Waco in McLennan County, Texas — The American South (West South Central)
The Texas Rangers and the Fence Cutters
Before 1875 in Texas, cattle roamed over thousands of acres of public land, and free grazing became a tradition. After 1875, however, an increasing farm populace tended to protect crops and other property with barbed wire fences which were resented by stockraisers. Cattle losses in drouths of the 1880s provoked such widespread cutting of fences that the Texas government recognized this as a crime and in 1884 enacted laws and measures to curb the practice.
Texas Rangers were dispatched by the governor at the call of county judges and sheriffs to apprehend the fence cutters. They operated from the Red River to the Rio Grande, and from the panhandle to the pine woods of east Texas. Disguise and concealment were required, and one of the Rangers who won praise, for his work pronounced it the most disagreeable duty in the world. The vigorous effort went on for some years. Finally, however, stockmen who had wanted to restore the open range were won over to fencing their own lands and using windmills to water their cattle herds. The Texas Rangers had in one more instance helped to stabilize life in the west.
Topics. This historical marker is listed in these topic lists: Animals • Law Enforcement. A significant historical year for this entry is 1875.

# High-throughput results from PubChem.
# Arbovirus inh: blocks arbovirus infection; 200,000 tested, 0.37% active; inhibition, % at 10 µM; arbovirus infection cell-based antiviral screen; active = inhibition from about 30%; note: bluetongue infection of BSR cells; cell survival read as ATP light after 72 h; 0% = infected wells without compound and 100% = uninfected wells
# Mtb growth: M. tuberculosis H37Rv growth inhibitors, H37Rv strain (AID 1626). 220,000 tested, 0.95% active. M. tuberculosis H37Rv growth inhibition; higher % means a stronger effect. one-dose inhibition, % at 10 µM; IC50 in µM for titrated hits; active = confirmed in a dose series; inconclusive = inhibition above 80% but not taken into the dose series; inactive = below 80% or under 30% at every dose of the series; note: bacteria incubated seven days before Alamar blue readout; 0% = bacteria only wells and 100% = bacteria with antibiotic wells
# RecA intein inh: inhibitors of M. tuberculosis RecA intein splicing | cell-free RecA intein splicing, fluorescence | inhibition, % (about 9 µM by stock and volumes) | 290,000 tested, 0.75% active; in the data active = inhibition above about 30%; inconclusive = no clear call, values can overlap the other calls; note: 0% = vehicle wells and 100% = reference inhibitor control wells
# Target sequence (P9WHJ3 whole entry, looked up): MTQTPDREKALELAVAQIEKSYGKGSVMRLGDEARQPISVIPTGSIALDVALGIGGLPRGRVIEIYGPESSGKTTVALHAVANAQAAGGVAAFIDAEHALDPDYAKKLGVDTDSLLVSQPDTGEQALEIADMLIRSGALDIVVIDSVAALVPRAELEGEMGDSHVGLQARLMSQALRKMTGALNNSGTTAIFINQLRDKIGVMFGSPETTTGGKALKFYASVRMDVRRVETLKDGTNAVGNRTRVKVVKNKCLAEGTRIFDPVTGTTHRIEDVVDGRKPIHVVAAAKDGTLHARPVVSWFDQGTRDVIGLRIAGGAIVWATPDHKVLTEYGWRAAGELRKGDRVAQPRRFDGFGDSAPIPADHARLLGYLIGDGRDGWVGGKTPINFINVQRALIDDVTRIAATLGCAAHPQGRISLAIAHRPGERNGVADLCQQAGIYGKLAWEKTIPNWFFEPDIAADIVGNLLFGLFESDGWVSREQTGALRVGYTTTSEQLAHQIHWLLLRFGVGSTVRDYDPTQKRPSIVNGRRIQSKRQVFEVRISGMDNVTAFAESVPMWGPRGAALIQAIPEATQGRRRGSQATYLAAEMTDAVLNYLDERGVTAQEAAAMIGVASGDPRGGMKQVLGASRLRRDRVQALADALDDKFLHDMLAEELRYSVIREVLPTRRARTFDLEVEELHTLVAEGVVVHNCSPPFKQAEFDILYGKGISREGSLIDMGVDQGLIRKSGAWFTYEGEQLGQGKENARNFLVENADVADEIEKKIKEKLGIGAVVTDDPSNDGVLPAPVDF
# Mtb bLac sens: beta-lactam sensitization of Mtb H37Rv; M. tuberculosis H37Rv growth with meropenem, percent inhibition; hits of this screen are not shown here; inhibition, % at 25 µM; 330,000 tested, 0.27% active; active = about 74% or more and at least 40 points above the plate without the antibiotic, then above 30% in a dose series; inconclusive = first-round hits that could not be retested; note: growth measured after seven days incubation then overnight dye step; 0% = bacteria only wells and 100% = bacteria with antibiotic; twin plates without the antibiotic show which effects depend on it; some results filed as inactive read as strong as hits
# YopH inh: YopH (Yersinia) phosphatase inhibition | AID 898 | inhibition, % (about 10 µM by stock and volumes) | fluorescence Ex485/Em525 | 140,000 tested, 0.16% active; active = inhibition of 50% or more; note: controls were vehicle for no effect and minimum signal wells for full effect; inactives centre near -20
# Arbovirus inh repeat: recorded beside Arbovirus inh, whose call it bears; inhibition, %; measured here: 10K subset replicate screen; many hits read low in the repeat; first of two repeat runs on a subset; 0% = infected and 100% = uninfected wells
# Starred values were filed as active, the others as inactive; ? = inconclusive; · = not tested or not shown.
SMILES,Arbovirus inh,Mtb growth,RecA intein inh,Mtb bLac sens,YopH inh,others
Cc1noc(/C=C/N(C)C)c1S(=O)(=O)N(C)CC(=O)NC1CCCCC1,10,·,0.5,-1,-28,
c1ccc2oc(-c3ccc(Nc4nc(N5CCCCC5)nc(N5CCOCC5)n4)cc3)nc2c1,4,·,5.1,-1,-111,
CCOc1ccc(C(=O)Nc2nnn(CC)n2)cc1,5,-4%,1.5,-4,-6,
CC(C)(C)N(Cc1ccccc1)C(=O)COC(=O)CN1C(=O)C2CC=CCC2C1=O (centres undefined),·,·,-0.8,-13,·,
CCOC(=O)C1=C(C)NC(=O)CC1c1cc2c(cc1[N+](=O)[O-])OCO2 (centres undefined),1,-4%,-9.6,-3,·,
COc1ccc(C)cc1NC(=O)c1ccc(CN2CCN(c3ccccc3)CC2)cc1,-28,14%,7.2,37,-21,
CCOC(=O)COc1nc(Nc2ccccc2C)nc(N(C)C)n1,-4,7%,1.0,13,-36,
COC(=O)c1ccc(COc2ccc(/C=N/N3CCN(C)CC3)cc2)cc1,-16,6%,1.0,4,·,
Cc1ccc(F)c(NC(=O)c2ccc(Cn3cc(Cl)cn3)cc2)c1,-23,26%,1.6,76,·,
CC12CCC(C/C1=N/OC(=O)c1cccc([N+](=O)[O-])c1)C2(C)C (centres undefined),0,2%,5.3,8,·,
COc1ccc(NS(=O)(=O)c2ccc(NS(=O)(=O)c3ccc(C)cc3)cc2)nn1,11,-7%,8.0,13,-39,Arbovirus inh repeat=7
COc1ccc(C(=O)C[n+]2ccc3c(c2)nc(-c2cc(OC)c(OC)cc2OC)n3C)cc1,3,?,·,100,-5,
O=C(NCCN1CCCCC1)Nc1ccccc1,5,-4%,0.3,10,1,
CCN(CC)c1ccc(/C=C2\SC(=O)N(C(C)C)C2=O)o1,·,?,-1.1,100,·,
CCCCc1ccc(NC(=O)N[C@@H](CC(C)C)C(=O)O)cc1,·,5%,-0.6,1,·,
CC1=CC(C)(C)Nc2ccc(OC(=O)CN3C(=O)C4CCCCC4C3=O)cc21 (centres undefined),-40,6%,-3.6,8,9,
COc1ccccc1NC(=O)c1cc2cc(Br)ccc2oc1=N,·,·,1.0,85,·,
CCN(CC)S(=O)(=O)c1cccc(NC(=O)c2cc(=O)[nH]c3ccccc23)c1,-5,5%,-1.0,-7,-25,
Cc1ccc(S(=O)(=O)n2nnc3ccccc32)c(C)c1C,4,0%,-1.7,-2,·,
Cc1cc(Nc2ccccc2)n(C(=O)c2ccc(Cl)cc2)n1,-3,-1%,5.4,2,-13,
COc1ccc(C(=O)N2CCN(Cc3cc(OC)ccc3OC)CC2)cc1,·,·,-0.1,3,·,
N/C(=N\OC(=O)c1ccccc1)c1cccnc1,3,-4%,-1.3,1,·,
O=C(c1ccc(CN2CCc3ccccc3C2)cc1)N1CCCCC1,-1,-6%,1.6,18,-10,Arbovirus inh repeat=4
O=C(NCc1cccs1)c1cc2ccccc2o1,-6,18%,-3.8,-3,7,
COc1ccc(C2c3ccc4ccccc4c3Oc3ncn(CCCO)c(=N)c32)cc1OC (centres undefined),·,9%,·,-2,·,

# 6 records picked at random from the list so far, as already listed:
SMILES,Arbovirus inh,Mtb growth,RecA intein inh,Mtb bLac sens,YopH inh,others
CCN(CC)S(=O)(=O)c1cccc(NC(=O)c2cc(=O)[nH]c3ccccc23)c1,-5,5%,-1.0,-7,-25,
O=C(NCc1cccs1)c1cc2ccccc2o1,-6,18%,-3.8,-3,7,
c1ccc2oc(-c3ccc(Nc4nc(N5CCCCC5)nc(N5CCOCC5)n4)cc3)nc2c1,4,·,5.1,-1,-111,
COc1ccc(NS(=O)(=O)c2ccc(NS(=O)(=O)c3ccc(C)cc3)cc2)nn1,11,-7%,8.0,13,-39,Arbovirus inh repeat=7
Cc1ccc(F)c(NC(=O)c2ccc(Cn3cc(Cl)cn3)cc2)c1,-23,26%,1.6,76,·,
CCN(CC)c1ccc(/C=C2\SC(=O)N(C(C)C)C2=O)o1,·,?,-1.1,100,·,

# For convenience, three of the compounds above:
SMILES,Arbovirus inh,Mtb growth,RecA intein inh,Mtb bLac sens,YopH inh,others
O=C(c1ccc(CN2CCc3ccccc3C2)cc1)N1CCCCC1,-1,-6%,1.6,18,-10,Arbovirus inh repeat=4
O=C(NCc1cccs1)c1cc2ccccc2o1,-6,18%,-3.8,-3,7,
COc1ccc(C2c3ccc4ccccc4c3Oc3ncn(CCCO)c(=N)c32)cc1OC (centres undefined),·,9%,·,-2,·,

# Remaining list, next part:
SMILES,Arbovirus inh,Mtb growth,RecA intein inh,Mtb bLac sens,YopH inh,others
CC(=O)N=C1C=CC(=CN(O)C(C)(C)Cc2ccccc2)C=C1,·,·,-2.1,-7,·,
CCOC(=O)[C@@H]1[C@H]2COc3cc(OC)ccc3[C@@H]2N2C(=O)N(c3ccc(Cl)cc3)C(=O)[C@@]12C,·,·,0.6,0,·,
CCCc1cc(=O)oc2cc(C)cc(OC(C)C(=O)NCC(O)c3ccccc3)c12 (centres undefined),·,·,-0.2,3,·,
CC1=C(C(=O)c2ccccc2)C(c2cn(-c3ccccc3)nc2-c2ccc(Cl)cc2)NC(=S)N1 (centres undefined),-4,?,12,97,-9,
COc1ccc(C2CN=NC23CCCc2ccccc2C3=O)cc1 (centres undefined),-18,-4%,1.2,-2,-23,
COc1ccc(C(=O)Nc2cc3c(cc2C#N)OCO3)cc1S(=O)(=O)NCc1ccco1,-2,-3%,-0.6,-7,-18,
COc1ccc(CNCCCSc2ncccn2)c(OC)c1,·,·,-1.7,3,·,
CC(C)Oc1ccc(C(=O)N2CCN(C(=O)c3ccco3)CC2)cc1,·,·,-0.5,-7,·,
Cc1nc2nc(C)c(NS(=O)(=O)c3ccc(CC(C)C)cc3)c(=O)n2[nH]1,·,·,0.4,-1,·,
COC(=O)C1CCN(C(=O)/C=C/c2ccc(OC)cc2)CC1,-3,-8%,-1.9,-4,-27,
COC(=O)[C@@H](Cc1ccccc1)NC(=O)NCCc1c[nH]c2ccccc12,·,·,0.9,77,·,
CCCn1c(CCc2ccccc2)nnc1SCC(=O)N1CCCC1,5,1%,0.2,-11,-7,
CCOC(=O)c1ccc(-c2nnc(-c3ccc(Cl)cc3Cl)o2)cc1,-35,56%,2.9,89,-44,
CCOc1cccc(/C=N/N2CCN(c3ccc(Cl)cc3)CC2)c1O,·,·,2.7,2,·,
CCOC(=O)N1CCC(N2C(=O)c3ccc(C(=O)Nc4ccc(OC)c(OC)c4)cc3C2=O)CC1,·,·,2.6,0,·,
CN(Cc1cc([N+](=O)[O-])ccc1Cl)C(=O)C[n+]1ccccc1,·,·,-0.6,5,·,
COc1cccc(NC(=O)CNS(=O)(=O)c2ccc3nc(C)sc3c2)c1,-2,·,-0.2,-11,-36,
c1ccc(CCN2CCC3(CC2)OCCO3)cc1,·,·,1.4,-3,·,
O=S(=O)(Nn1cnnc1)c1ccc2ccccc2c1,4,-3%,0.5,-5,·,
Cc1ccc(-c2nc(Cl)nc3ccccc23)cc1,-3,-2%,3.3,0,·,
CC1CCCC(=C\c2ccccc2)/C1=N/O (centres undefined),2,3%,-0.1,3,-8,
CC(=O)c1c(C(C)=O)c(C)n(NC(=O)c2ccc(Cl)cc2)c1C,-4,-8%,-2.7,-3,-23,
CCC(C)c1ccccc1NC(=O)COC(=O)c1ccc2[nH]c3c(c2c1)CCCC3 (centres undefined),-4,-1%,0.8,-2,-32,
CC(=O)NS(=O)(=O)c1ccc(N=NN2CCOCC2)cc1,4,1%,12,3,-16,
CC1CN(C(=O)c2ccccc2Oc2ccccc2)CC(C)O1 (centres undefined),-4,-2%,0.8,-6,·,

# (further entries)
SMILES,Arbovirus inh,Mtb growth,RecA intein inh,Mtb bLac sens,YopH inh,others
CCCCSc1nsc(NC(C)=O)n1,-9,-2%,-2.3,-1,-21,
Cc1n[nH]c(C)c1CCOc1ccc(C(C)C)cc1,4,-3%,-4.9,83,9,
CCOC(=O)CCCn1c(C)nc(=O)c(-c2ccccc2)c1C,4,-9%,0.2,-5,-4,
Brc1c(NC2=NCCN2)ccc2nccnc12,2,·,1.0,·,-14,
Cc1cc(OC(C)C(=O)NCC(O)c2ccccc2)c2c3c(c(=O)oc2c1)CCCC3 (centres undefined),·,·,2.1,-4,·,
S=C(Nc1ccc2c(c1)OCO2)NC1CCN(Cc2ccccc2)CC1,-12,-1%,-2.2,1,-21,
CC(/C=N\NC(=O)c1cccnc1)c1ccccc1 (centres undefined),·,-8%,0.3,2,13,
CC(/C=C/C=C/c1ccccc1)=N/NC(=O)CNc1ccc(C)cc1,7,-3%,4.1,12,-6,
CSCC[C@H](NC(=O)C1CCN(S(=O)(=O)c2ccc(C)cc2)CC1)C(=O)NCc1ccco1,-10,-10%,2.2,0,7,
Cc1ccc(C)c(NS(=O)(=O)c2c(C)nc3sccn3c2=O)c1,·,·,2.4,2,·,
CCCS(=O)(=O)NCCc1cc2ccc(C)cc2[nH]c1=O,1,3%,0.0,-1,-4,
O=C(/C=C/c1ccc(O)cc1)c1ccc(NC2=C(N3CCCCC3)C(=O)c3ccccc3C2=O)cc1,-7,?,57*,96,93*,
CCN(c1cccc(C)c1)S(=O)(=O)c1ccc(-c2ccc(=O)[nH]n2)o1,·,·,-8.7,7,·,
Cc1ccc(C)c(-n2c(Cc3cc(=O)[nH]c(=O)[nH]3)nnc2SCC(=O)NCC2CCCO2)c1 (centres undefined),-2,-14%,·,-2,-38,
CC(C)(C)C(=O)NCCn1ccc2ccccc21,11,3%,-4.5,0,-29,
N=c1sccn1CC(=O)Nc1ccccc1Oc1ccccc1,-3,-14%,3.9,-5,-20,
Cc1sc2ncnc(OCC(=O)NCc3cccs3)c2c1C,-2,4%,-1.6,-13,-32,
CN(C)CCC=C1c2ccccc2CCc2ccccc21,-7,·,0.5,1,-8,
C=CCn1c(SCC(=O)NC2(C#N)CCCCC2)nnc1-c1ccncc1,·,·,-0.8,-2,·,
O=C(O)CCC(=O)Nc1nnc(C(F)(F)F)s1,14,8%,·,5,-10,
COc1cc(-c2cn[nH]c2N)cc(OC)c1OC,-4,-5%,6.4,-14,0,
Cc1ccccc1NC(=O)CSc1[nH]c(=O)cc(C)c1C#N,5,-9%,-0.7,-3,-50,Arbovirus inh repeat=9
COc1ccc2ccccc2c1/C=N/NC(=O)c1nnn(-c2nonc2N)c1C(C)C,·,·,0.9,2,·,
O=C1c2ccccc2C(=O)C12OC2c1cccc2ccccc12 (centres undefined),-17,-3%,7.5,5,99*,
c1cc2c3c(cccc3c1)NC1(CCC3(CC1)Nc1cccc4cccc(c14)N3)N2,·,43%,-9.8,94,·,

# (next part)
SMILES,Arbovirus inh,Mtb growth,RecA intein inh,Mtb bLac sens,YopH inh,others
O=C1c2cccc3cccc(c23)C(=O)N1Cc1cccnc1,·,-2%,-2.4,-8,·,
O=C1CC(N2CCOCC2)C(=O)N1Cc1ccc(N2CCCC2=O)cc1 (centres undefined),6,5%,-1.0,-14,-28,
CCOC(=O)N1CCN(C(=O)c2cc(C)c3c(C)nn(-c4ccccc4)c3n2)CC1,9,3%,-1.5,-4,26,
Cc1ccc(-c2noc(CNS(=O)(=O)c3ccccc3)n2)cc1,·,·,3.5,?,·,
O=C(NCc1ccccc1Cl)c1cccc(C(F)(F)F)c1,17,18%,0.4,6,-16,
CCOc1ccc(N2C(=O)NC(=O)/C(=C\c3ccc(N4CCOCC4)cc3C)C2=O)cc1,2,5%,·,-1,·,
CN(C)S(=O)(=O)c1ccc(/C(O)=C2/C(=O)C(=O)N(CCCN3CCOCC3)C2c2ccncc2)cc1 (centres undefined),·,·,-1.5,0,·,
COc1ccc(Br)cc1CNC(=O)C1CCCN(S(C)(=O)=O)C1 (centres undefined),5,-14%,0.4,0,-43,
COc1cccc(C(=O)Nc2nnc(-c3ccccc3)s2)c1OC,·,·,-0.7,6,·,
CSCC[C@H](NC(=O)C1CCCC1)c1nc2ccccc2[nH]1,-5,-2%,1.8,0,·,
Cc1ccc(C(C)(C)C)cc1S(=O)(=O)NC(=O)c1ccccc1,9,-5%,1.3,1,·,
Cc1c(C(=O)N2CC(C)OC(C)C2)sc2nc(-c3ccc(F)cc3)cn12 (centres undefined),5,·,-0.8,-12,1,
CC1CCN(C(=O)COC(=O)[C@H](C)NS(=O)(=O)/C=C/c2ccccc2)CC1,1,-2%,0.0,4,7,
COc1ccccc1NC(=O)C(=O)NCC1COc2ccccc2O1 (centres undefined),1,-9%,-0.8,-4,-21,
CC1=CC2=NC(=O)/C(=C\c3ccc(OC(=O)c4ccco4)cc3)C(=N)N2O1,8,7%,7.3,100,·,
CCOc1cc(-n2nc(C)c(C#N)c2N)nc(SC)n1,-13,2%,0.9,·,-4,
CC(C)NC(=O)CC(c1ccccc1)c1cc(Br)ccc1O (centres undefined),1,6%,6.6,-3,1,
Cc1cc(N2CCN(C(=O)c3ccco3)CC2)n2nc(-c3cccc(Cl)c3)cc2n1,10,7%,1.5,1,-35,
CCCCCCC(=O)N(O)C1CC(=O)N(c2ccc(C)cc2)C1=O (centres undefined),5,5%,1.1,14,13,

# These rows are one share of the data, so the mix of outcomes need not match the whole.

Location. 31° 33.321′ N, 97° 7.137′ W. Marker is in Waco, Texas, in McLennan County. Marker is at the intersection of Texas Ranger Trail and North Interstate 35 Frontage Road, on the right when traveling north on Texas Ranger Trail. The marker is located on the Texas Ranger Trail by the parking lot and next to the Texas Ranger Hall of Fame and Museum. Touch for map. Marker is at or near this postal address: 100 Texas Ranger Trail, Waco TX 76706, United States of America. Touch for directions.
Other nearby markers. At least 8 other markers are within walking distance of this marker. Waco (here, next to this marker); The Original Fort Fisher (within shouting distance of this marker); First Street Cemetery (about 300 feet away, measured in a direct line); Confederate Veterans Memorial (about 300 feet away); Thomas Hudson Barron (about 300 feet away); General Richard Harrison (about 300 feet away); 143rd Infantry 36th Division Memorial (about 300 feet away); Samuel Johan Forsgard (about 400 feet away). Touch for a list and map of all markers in Waco.
Also see . . . Fence Cutting.
Fence cutting in Texas in the summer and fall of 1883 was a part of the conflict between landless(Submitted on July 25, 2021, by James Hulse of Medina, Texas.)
Credits. This page was last revised on July 25, 2021. It was originally submitted on July 25, 2021, by James Hulse of Medina, Texas. This page has been viewed 203 times since then and 39 times this year. Photos: 1, 2, 3, 4. submitted on July 25, 2021, by James Hulse of Medina, Texas.